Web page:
So while I loved the starting procedure used in the first four races, I was in no way a fan of what was used for the last two races of basing lane choice based on the order in which boats were drawn.  I wouldn't call it my least favorite starting procedure ever used (nothing is as bad as the flag start) I felt it was a way of cheapening the results and taking the race out of the drivers' hands.  Sure, there were complaints about the starting procedure, but I felt what was put in its place was an overreaction and there's no reason that they couldn't have gone back to the lane assignment format that was used in 2009 and 2010.
So it's left to be seen what starting procedure will be approved for 2012.  First off, I think it goes without saying that the sport should have one starting procedure for all races and not have freshwater rules and saltwater rules.  I would hope that fighting for lanes returns in some form, but if we must have lane assignments then the format used in 2009 and 2010 of inverting the order for the second set of heats while giving lane choice to the highest in points for the other heats worked well.  I don't think that minimum speed or off plane rules, which have been proposed or implemented, will not work because it leaves too much to judgment (how long was the boat below the normal speed? was the boat going off plane caused by another boat? if so who is penalized?).  At the end of the day, perhaps it wouldn't be the worst idea to turn back the clock to the time before score up buoys or off plane rules and just make it a free for all fight for lanes.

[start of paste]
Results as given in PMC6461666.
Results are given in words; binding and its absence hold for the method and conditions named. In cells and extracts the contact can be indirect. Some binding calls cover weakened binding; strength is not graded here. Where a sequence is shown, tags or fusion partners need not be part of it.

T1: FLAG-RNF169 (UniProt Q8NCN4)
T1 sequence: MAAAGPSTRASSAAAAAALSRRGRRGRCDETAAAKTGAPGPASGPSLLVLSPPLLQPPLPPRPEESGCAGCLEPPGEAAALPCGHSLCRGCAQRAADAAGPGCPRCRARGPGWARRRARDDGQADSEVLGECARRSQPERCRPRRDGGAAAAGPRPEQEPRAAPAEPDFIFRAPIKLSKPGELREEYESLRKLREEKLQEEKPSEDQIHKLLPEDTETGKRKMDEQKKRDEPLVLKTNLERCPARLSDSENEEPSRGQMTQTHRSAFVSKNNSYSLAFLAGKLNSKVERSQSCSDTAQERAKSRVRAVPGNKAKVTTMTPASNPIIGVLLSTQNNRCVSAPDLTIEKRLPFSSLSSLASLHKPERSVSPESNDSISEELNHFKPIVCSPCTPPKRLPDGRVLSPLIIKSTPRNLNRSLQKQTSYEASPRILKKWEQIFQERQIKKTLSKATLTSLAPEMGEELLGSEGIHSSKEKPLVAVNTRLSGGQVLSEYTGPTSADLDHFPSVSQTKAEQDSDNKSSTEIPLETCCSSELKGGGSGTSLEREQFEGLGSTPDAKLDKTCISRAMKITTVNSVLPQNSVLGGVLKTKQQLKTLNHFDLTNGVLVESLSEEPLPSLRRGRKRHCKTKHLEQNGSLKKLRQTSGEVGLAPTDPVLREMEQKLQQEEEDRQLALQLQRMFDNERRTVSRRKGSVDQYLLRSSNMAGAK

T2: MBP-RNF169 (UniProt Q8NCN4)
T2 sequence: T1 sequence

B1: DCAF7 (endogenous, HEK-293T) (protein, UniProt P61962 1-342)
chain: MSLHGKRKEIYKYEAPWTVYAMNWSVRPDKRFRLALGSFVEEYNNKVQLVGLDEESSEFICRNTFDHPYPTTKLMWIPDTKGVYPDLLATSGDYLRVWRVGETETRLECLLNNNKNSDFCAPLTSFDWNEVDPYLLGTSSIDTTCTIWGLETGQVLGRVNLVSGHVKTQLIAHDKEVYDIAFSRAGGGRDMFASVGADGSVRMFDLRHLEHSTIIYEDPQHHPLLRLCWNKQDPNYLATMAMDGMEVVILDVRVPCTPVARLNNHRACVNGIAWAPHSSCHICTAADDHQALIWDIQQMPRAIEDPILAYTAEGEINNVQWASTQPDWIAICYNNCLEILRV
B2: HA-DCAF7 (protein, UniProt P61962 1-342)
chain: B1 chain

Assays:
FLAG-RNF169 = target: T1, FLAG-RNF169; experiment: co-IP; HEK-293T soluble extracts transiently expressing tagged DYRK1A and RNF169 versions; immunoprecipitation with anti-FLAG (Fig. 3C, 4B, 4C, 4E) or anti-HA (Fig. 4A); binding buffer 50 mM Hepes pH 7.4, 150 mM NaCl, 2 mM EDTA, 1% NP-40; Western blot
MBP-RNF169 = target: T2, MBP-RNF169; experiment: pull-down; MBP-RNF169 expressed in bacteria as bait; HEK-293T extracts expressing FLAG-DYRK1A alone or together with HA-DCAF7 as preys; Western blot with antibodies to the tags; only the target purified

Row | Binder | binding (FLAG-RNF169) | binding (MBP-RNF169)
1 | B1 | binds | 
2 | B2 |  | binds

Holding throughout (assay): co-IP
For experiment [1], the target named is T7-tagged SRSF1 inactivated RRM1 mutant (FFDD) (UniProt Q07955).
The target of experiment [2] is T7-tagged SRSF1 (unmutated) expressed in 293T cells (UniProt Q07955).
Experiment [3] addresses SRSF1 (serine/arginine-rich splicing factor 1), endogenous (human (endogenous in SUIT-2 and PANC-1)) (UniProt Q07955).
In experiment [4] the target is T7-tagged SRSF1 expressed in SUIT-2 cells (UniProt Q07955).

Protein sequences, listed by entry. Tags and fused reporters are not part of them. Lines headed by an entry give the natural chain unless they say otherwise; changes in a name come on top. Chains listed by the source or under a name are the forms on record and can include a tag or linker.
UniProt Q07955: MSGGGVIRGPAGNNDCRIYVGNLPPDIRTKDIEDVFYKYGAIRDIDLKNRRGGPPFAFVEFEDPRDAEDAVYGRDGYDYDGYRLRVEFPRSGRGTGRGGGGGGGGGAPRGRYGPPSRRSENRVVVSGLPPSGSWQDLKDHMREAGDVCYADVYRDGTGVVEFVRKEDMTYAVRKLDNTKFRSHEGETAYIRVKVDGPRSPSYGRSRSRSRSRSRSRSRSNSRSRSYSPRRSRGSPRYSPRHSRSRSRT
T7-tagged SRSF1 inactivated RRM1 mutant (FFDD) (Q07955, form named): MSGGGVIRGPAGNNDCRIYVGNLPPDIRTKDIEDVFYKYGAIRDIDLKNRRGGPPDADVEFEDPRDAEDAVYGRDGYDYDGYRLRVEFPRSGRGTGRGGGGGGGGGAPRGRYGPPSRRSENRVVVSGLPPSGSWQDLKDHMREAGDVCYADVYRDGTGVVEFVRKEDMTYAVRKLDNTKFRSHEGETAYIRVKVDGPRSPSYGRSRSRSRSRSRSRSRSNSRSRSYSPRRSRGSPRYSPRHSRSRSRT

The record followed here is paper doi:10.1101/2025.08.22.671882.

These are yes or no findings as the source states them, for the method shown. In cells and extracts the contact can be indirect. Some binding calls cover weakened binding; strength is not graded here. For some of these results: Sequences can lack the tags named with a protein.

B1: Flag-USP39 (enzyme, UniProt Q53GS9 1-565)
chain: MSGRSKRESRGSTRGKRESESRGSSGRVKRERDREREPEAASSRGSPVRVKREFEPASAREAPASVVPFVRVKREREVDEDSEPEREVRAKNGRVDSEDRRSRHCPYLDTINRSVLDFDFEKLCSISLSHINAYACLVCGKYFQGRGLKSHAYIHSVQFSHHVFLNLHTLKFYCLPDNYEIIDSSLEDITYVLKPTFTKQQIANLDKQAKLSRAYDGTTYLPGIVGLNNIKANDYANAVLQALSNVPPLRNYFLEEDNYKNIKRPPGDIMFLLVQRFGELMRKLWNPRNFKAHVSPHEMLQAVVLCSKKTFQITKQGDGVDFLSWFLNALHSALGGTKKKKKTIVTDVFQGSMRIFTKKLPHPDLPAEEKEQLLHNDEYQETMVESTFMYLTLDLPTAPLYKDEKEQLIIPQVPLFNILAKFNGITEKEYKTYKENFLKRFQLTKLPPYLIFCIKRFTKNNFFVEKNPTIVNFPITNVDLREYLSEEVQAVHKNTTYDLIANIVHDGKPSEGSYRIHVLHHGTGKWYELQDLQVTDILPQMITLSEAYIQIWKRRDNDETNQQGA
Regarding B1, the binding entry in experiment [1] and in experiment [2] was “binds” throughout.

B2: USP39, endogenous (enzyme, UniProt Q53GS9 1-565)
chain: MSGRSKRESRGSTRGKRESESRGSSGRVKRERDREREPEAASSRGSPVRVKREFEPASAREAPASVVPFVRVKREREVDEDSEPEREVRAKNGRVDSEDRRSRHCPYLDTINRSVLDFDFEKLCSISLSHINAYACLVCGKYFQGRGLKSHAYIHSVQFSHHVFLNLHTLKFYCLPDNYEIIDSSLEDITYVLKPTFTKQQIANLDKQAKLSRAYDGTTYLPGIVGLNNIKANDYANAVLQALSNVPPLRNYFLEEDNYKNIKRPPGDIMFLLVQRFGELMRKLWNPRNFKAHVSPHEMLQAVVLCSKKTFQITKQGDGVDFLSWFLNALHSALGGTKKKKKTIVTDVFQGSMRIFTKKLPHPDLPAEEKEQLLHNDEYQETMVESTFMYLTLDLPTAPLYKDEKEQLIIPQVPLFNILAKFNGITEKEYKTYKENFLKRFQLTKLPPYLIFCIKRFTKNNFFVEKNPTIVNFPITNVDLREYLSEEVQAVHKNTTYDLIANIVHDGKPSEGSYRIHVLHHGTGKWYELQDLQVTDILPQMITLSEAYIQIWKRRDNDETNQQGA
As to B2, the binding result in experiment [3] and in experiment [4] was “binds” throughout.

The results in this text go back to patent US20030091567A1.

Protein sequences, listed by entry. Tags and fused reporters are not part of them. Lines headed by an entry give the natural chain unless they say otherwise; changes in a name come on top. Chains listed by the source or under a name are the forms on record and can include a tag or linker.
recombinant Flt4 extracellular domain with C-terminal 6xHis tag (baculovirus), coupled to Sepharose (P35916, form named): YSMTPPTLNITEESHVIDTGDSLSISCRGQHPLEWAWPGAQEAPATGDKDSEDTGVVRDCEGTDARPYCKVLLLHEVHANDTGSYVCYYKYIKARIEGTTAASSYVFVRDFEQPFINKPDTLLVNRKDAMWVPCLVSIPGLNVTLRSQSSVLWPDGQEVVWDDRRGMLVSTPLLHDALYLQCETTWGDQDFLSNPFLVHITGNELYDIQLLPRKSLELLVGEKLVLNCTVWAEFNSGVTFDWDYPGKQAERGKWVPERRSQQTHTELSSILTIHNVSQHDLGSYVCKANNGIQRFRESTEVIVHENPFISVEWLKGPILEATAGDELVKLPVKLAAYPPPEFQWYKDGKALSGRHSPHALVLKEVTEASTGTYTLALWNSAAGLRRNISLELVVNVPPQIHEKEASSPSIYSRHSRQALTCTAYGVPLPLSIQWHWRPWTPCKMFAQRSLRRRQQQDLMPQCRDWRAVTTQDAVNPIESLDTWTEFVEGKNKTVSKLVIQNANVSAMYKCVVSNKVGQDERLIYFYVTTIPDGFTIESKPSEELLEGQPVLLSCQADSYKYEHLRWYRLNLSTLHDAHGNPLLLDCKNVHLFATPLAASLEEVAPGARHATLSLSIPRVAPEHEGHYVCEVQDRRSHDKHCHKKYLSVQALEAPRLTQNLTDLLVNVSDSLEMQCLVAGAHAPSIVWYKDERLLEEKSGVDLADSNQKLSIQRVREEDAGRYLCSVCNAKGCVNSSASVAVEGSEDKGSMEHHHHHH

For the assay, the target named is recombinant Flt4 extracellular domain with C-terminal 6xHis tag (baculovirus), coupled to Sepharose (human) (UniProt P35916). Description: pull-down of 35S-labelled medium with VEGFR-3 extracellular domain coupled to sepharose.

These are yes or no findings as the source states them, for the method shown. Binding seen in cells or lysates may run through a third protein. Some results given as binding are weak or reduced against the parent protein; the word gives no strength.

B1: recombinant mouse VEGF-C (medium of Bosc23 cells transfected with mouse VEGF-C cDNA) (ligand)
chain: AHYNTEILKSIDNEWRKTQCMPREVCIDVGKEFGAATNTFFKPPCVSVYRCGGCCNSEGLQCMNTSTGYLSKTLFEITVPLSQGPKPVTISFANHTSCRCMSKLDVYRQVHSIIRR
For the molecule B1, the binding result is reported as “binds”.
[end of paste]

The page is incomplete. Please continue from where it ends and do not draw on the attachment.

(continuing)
Make all heats 5 laps Doesn't really need much explanation.   Extending the length of preliminary heats has been toyed with in the past and should be something that's made full term.  Three laps for prelims just seems too short, and for whatever reason five laps for any hydroplane heat just seems to work out nicely.  Just to be clear, I don't want to make the Final Heat any longer, but instead making all heats five laps.

Double the points awarded for the Final Heat Something that's always kind of stuck in my craw is the fact that the same amount of points is awarded for the Final Heat as they are for the preliminary heats.  To understand why this is one has to look at how the format for Unlimited races has evolved over the years: Three heats involving all boats entered with the winner being the boat that scored the most points in all heats, two split heats and a Final with the winner being the boat that scored the most points in all heats, two split heats and a Final with the winner being the winner of the Final Heat, to our current format of three split heats and a Final with the winner being the winner of the Final Heat.  So while the race format has evolved over time, the format for awarding points is still a relic of the time when all three heats were of equal importance.  First off, I love the APBA's format of points descending in three fourths intervals so I don't want to change anything there.  So with that in mind I think the best choice is to double the points for the Final Heat (800 for first, 600 for second, 450 for third, etc.).  It goes without saying that the Final Heat is the most important heat of the day and the one in which most fans and people involved with the sport judge the race and one's importance, so the points should reflect this.

So there is my list of rule changes or modifications I'd like to see.  I welcome your comments or anything you might want to change yourself.  I doubt that any of these will be implemented for 2012 (the only major rule alteration I expect for 2012 is a clarification on the starting procedure) but maybe some of these will be considered down the road. Unlimited Hydroplane racing is a fantastic form of motorsports that continues to head in the right direction under the leadership of H1 Unlimited, but as the old saying goes, there is always room for improvement.